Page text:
I’m trolling with that headline, inspired by today’s double-barreled shots at Trump from retirees Corker and Flake. But I’m only trolling a little.
The key difference between Sasse and his two anti-Trump colleagues is time. They’re up for reelection next year, he’s not up until 2020. That’s good news for him twice over. Maybe Trumpism or populism will run out of gas within the party by then, at least enough to allow the incumbent Sasse to prevail in a primary in Nebraska. Flake said today that he believes “the fever” will break eventually, although not in time for his primary against Kelli Ward. Could it break by 2020? Well … not break, perhaps, since Trump himself will be back on the ballot but it could cool to the point where it’s survivable for Sasse. That’s the other good news for him, that Trump is also running in 2020 and will be too busy with his own race to worry much about knocking off Republican senators. McConnell and the donors will put heavy pressure on him too not to divide the party with the stakes so high by trying to take down any incumbents. With Trump ignoring the race, Sasse stands a better chance of hanging on.
Trump’s base will be raring to punish Sasse for his criticism of the president, regardless of how often he ends up voting with Trump over the next two years. (Flake aligned with POTUS 92 percent of the time and that didn’t help him.) Steve Bannon will still be looking for scalps, if only to show off his power. Sasse will be his prime target and of course Sasse knows that. He doesn’t need to make a decision on reelection for another two years but one thing that’s interesting about him is how distinctly he gives off the sense that he’d be just fine leaving Washington behind. He’s the most conspicuously “normal”-seeming guy in the Senate. It wouldn’t surprise me if he decided to take Bannon on and run again, as Flake did not, just to force voters to choose between the Sasse vision of the party and the Trump/Bannon vision: If Republicans prefer nationalism to “the better angels of our nature,” as Flake noted today, okay, but put ’em on the record. It would surprise me less, though, if Sasse concluded “to hell with it” and followed Corker and Flake into retirement by declaring himself a one-termer earlier than expected. It’ll be no fun for him serving another term in the Senate anyway if it’s controlled by Chuck Schumer and the president is either Trump or a Democrat. If he takes reelection off the table early, he’ll be as free to speak out against Trump as Corker and Flake now are and he’ll have much more time to do it.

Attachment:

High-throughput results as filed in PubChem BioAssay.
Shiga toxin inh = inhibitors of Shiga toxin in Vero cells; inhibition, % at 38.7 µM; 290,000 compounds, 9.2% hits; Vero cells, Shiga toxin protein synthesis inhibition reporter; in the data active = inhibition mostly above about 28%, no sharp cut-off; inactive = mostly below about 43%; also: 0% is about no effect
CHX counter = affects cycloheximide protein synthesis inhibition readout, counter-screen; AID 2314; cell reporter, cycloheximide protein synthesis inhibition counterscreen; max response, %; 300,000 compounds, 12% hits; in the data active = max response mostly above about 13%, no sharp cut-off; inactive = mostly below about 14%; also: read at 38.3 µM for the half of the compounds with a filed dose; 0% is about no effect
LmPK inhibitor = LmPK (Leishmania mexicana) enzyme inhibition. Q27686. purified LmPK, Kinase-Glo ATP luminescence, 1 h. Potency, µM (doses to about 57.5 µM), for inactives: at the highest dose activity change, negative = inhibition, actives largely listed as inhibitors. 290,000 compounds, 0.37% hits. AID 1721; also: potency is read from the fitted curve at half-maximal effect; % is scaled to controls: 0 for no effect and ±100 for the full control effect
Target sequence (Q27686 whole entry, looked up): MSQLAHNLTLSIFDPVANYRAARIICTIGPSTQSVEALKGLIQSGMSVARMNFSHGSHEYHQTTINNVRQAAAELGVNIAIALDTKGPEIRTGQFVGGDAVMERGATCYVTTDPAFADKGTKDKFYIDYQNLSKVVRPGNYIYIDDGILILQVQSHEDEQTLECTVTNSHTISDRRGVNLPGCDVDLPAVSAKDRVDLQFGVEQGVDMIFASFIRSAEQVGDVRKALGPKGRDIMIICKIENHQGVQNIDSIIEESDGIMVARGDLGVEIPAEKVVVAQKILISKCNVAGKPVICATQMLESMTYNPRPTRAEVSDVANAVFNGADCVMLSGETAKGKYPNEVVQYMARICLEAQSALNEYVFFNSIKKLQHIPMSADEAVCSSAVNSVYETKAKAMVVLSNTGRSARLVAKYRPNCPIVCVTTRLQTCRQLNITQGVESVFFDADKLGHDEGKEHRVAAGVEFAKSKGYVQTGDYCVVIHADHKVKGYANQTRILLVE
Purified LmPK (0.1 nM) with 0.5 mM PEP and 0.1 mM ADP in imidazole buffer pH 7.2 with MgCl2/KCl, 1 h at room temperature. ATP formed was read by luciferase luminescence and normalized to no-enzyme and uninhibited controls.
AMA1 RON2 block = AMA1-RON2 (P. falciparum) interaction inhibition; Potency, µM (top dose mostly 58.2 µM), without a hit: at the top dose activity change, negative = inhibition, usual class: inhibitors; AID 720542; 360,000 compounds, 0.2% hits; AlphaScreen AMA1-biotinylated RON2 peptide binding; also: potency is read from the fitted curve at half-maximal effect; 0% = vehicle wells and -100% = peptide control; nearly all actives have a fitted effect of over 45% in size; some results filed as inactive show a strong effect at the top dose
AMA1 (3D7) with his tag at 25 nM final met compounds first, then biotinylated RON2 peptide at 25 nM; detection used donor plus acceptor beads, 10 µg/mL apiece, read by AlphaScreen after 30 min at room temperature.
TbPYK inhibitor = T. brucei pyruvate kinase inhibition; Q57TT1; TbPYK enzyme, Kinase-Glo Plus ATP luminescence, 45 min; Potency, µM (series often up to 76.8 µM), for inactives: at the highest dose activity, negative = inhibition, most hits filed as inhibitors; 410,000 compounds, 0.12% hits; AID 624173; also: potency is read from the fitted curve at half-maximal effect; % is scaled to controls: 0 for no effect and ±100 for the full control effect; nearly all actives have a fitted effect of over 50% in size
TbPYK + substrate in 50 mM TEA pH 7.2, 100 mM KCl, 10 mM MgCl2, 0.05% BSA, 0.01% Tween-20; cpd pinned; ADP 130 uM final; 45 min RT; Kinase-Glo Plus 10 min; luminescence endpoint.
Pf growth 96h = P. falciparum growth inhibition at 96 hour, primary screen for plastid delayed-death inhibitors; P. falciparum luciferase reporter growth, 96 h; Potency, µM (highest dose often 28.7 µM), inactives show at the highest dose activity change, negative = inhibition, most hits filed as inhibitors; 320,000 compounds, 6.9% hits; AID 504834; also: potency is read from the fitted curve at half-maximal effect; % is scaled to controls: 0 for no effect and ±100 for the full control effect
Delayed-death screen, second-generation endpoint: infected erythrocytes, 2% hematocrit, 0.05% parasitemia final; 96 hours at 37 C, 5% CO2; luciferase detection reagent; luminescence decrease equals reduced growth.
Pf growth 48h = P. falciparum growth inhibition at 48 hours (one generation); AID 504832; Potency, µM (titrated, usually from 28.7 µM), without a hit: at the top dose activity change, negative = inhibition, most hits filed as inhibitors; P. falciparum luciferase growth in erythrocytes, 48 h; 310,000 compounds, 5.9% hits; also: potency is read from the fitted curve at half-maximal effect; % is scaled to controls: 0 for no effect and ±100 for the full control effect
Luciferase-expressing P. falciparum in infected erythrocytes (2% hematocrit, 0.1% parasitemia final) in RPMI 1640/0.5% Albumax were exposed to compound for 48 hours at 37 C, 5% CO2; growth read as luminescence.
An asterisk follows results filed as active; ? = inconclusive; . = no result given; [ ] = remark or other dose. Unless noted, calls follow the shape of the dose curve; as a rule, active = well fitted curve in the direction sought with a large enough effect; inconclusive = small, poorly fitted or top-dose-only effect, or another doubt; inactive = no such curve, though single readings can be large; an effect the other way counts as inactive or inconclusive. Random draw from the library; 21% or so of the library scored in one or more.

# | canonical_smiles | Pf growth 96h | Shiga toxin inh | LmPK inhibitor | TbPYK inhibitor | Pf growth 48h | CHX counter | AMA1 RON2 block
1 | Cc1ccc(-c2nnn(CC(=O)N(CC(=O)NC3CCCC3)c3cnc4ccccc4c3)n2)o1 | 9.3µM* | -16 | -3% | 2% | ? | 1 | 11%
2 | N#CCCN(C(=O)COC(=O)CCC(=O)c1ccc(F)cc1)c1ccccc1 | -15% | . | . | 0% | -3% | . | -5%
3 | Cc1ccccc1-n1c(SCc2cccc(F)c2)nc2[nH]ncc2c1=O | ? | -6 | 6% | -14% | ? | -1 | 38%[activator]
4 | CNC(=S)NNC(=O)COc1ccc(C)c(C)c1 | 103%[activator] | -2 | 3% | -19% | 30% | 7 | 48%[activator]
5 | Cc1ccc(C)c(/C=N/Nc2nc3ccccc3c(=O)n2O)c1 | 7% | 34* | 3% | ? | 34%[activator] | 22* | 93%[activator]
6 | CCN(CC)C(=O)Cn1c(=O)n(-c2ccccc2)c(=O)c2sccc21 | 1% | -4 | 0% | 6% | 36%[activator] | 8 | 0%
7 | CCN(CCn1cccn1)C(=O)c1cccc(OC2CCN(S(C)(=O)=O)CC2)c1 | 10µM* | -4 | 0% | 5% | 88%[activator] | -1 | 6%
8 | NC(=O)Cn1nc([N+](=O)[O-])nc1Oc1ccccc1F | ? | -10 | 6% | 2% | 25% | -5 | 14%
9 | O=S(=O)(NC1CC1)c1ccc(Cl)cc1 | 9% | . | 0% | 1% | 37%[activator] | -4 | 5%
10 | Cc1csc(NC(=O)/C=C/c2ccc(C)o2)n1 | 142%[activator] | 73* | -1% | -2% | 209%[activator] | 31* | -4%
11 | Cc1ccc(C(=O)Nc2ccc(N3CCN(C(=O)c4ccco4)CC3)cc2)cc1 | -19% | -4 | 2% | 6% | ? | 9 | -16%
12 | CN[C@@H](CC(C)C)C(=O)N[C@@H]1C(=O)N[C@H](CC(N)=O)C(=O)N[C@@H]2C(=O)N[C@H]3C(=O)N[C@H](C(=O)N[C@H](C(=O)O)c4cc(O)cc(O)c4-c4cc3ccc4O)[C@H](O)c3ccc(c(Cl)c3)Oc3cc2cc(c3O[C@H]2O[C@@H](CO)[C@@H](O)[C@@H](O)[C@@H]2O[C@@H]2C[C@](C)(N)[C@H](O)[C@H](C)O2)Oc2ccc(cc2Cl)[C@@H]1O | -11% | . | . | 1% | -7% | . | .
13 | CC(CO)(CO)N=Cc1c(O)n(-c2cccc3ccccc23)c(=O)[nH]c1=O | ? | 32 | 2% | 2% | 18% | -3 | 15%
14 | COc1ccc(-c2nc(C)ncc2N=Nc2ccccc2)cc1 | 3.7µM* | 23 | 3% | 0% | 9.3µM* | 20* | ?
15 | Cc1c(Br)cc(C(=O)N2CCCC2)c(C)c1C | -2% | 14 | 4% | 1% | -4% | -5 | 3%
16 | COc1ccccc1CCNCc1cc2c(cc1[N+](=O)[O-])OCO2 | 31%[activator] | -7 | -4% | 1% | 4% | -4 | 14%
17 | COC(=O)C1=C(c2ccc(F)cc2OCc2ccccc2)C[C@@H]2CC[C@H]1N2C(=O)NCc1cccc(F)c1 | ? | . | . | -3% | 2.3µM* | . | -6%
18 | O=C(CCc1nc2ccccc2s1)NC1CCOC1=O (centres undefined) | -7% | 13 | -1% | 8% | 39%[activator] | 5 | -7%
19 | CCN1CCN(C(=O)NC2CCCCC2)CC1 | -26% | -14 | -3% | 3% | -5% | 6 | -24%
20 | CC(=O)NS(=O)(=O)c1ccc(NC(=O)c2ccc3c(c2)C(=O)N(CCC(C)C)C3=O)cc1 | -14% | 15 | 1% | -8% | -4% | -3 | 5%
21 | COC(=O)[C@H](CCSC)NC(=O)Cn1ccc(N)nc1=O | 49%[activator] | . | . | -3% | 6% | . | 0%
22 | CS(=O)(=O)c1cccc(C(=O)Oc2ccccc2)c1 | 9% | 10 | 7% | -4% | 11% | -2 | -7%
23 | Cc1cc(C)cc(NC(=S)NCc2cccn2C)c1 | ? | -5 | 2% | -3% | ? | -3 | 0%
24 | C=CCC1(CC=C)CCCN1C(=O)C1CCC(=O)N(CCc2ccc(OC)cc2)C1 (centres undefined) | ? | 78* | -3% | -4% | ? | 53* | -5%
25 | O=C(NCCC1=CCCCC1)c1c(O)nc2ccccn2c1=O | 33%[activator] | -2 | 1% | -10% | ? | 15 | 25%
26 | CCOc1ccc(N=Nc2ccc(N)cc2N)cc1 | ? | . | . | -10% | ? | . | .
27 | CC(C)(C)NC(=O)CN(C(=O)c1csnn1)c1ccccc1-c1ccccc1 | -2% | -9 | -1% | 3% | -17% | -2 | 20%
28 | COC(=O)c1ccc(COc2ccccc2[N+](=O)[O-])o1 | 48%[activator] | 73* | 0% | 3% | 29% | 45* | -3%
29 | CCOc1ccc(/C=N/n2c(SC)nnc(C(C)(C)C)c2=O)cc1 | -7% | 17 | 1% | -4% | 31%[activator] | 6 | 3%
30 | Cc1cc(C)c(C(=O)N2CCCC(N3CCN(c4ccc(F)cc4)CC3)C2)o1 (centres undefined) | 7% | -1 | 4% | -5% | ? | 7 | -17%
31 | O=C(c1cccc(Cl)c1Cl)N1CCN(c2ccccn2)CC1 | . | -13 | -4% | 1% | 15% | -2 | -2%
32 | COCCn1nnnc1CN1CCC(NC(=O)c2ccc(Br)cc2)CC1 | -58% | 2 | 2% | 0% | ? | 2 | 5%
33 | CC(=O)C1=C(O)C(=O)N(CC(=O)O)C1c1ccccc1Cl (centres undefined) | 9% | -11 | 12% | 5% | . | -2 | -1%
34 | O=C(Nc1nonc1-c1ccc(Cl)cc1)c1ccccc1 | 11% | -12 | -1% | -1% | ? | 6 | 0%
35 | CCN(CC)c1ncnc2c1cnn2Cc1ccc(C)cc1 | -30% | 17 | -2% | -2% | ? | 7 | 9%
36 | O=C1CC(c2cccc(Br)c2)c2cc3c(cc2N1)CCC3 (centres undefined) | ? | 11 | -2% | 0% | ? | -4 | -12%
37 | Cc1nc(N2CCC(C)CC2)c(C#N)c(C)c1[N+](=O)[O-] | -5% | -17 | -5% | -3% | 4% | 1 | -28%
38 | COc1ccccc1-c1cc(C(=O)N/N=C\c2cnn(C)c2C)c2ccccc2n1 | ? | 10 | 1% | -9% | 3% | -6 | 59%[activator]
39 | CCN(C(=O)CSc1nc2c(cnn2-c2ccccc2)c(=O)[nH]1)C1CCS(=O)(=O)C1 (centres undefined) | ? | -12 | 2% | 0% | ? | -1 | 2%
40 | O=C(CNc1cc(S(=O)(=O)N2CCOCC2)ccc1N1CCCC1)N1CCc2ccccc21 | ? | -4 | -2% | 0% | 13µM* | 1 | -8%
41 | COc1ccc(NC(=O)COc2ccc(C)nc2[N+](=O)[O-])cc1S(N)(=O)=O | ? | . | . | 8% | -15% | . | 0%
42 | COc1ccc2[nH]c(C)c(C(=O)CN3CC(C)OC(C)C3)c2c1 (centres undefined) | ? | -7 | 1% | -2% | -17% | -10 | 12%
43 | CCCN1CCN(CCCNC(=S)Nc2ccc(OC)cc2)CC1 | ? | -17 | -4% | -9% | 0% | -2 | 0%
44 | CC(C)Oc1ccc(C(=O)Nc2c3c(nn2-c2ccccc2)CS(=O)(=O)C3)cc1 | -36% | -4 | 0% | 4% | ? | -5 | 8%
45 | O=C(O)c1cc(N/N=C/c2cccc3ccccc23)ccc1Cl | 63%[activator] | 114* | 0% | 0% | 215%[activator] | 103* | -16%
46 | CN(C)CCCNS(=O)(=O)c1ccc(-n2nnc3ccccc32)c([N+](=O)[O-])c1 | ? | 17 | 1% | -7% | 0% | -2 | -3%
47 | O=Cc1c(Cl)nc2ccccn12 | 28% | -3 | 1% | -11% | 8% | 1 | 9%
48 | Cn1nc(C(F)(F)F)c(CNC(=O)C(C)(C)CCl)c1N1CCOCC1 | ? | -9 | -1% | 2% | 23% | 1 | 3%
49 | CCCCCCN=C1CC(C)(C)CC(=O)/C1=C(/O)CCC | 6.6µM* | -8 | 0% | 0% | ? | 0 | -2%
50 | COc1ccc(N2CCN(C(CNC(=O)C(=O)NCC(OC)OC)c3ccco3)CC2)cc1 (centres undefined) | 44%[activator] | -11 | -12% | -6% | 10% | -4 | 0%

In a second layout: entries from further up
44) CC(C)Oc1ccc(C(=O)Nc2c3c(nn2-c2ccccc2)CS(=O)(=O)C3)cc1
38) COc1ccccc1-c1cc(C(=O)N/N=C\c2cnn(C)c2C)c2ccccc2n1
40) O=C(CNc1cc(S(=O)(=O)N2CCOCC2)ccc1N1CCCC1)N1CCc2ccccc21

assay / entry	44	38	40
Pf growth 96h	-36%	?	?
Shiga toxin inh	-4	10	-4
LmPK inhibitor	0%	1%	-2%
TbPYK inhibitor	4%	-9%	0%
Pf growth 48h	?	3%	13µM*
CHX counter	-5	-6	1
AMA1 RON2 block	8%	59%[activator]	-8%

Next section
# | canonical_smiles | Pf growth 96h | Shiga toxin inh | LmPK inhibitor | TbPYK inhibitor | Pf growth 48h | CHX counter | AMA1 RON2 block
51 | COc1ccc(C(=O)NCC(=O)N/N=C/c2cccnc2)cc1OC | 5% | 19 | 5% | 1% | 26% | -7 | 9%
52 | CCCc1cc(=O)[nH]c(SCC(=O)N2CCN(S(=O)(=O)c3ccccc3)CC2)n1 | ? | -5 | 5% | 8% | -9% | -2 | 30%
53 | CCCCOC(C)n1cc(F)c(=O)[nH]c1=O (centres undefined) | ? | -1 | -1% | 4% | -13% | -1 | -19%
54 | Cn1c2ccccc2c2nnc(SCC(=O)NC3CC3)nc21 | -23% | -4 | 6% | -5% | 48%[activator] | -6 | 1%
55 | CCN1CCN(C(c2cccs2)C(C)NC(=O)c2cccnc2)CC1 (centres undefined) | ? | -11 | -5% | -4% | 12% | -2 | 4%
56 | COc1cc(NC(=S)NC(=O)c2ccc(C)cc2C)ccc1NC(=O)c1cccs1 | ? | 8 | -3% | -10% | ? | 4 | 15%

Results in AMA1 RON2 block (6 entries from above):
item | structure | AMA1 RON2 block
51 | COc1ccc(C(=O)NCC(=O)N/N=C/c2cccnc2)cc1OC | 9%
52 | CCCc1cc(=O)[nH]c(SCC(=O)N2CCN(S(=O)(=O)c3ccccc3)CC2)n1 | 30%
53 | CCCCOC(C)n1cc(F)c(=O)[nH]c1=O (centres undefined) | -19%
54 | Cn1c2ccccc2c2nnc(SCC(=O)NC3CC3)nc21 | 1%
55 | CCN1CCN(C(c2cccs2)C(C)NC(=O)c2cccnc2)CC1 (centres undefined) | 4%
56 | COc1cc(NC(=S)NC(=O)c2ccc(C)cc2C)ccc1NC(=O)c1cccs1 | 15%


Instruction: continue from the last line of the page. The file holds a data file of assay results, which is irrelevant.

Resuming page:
Speaking of Flake, Ben Shapiro makes the case that his anti-Trump pageant in the Senate today was mainly a fig leaf aimed at disguising the real reason he’s retiring. Namely, he had so alienated Republican voters on policy that he stood no chance of reelection, Trump or no Trump. He’s going out as a fake martyr because that narrative is more flattering to him: